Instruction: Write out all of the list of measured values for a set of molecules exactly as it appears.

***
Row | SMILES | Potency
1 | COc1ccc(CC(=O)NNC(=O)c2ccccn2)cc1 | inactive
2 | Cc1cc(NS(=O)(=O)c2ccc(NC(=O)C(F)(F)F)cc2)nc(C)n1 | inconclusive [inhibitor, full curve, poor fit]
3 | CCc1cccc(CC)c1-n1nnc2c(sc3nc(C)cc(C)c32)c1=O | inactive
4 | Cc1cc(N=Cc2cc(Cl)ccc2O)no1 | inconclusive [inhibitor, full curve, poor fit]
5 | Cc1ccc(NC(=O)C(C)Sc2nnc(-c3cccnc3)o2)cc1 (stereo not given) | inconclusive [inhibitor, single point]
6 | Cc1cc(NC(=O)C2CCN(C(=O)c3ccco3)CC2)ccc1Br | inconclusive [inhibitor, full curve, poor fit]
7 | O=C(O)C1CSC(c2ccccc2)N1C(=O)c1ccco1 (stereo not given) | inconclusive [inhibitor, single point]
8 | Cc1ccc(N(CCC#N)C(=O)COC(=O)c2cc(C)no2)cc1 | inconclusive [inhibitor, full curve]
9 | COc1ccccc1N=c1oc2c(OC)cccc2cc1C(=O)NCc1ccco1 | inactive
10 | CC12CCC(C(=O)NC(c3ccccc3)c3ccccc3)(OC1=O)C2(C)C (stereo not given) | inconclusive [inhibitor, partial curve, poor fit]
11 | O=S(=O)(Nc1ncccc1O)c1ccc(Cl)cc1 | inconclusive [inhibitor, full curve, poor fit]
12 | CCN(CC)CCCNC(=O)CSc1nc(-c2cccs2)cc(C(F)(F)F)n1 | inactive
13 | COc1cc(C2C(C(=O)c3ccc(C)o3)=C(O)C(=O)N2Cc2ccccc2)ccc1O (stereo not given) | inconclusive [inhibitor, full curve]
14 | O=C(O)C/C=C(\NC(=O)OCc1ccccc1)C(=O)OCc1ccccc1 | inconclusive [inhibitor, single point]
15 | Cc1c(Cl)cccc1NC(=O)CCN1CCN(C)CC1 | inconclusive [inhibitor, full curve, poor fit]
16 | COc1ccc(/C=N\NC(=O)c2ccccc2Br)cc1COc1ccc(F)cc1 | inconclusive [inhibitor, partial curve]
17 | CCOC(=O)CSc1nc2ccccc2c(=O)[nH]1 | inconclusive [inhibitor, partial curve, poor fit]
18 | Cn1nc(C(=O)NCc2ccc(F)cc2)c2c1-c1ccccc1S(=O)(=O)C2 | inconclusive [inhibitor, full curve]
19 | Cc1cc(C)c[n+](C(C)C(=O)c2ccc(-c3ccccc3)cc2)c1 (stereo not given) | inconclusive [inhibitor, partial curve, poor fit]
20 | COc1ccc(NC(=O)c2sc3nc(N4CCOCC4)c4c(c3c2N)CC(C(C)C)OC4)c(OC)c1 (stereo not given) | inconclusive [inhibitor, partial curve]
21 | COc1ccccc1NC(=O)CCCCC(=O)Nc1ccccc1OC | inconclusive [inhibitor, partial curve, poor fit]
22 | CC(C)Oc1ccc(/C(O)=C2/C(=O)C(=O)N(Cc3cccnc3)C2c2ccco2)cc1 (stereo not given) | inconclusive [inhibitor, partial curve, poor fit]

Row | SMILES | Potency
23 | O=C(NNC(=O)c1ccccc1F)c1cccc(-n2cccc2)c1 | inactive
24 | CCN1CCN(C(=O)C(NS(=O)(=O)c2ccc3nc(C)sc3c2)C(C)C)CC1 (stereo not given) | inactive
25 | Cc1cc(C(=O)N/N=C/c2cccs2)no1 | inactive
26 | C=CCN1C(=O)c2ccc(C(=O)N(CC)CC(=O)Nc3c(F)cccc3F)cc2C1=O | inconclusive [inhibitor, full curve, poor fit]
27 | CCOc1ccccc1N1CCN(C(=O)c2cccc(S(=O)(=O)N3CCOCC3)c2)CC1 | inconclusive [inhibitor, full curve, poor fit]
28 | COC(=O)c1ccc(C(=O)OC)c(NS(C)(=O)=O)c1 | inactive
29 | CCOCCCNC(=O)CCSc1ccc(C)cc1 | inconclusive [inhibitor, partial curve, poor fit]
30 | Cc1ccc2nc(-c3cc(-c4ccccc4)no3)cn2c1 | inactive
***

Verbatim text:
Row | SMILES | Potency
1 | COc1ccc(CC(=O)NNC(=O)c2ccccn2)cc1 | inactive
2 | Cc1cc(NS(=O)(=O)c2ccc(NC(=O)C(F)(F)F)cc2)nc(C)n1 | inconclusive [inhibitor, full curve, poor fit]
3 | CCc1cccc(CC)c1-n1nnc2c(sc3nc(C)cc(C)c32)c1=O | inactive
4 | Cc1cc(N=Cc2cc(Cl)ccc2O)no1 | inconclusive [inhibitor, full curve, poor fit]
5 | Cc1ccc(NC(=O)C(C)Sc2nnc(-c3cccnc3)o2)cc1 (stereo not given) | inconclusive [inhibitor, single point]
6 | Cc1cc(NC(=O)C2CCN(C(=O)c3ccco3)CC2)ccc1Br | inconclusive [inhibitor, full curve, poor fit]
7 | O=C(O)C1CSC(c2ccccc2)N1C(=O)c1ccco1 (stereo not given) | inconclusive [inhibitor, single point]
8 | Cc1ccc(N(CCC#N)C(=O)COC(=O)c2cc(C)no2)cc1 | inconclusive [inhibitor, full curve]
9 | COc1ccccc1N=c1oc2c(OC)cccc2cc1C(=O)NCc1ccco1 | inactive
10 | CC12CCC(C(=O)NC(c3ccccc3)c3ccccc3)(OC1=O)C2(C)C (stereo not given) | inconclusive [inhibitor, partial curve, poor fit]
11 | O=S(=O)(Nc1ncccc1O)c1ccc(Cl)cc1 | inconclusive [inhibitor, full curve, poor fit]
12 | CCN(CC)CCCNC(=O)CSc1nc(-c2cccs2)cc(C(F)(F)F)n1 | inactive
13 | COc1cc(C2C(C(=O)c3ccc(C)o3)=C(O)C(=O)N2Cc2ccccc2)ccc1O (stereo not given) | inconclusive [inhibitor, full curve]
14 | O=C(O)C/C=C(\NC(=O)OCc1ccccc1)C(=O)OCc1ccccc1 | inconclusive [inhibitor, single point]
15 | Cc1c(Cl)cccc1NC(=O)CCN1CCN(C)CC1 | inconclusive [inhibitor, full curve, poor fit]
16 | COc1ccc(/C=N\NC(=O)c2ccccc2Br)cc1COc1ccc(F)cc1 | inconclusive [inhibitor, partial curve]
17 | CCOC(=O)CSc1nc2ccccc2c(=O)[nH]1 | inconclusive [inhibitor, partial curve, poor fit]
18 | Cn1nc(C(=O)NCc2ccc(F)cc2)c2c1-c1ccccc1S(=O)(=O)C2 | inconclusive [inhibitor, full curve]
19 | Cc1cc(C)c[n+](C(C)C(=O)c2ccc(-c3ccccc3)cc2)c1 (stereo not given) | inconclusive [inhibitor, partial curve, poor fit]
20 | COc1ccc(NC(=O)c2sc3nc(N4CCOCC4)c4c(c3c2N)CC(C(C)C)OC4)c(OC)c1 (stereo not given) | inconclusive [inhibitor, partial curve]
21 | COc1ccccc1NC(=O)CCCCC(=O)Nc1ccccc1OC | inconclusive [inhibitor, partial curve, poor fit]
22 | CC(C)Oc1ccc(/C(O)=C2/C(=O)C(=O)N(Cc3cccnc3)C2c2ccco2)cc1 (stereo not given) | inconclusive [inhibitor, partial curve, poor fit]

Row | SMILES | Potency
23 | O=C(NNC(=O)c1ccccc1F)c1cccc(-n2cccc2)c1 | inactive
24 | CCN1CCN(C(=O)C(NS(=O)(=O)c2ccc3nc(C)sc3c2)C(C)C)CC1 (stereo not given) | inactive
25 | Cc1cc(C(=O)N/N=C/c2cccs2)no1 | inactive
26 | C=CCN1C(=O)c2ccc(C(=O)N(CC)CC(=O)Nc3c(F)cccc3F)cc2C1=O | inconclusive [inhibitor, full curve, poor fit]
27 | CCOc1ccccc1N1CCN(C(=O)c2cccc(S(=O)(=O)N3CCOCC3)c2)CC1 | inconclusive [inhibitor, full curve, poor fit]
28 | COC(=O)c1ccc(C(=O)OC)c(NS(C)(=O)=O)c1 | inactive
29 | CCOCCCNC(=O)CCSc1ccc(C)cc1 | inconclusive [inhibitor, partial curve, poor fit]
30 | Cc1ccc2nc(-c3cc(-c4ccccc4)no3)cn2c1 | inactive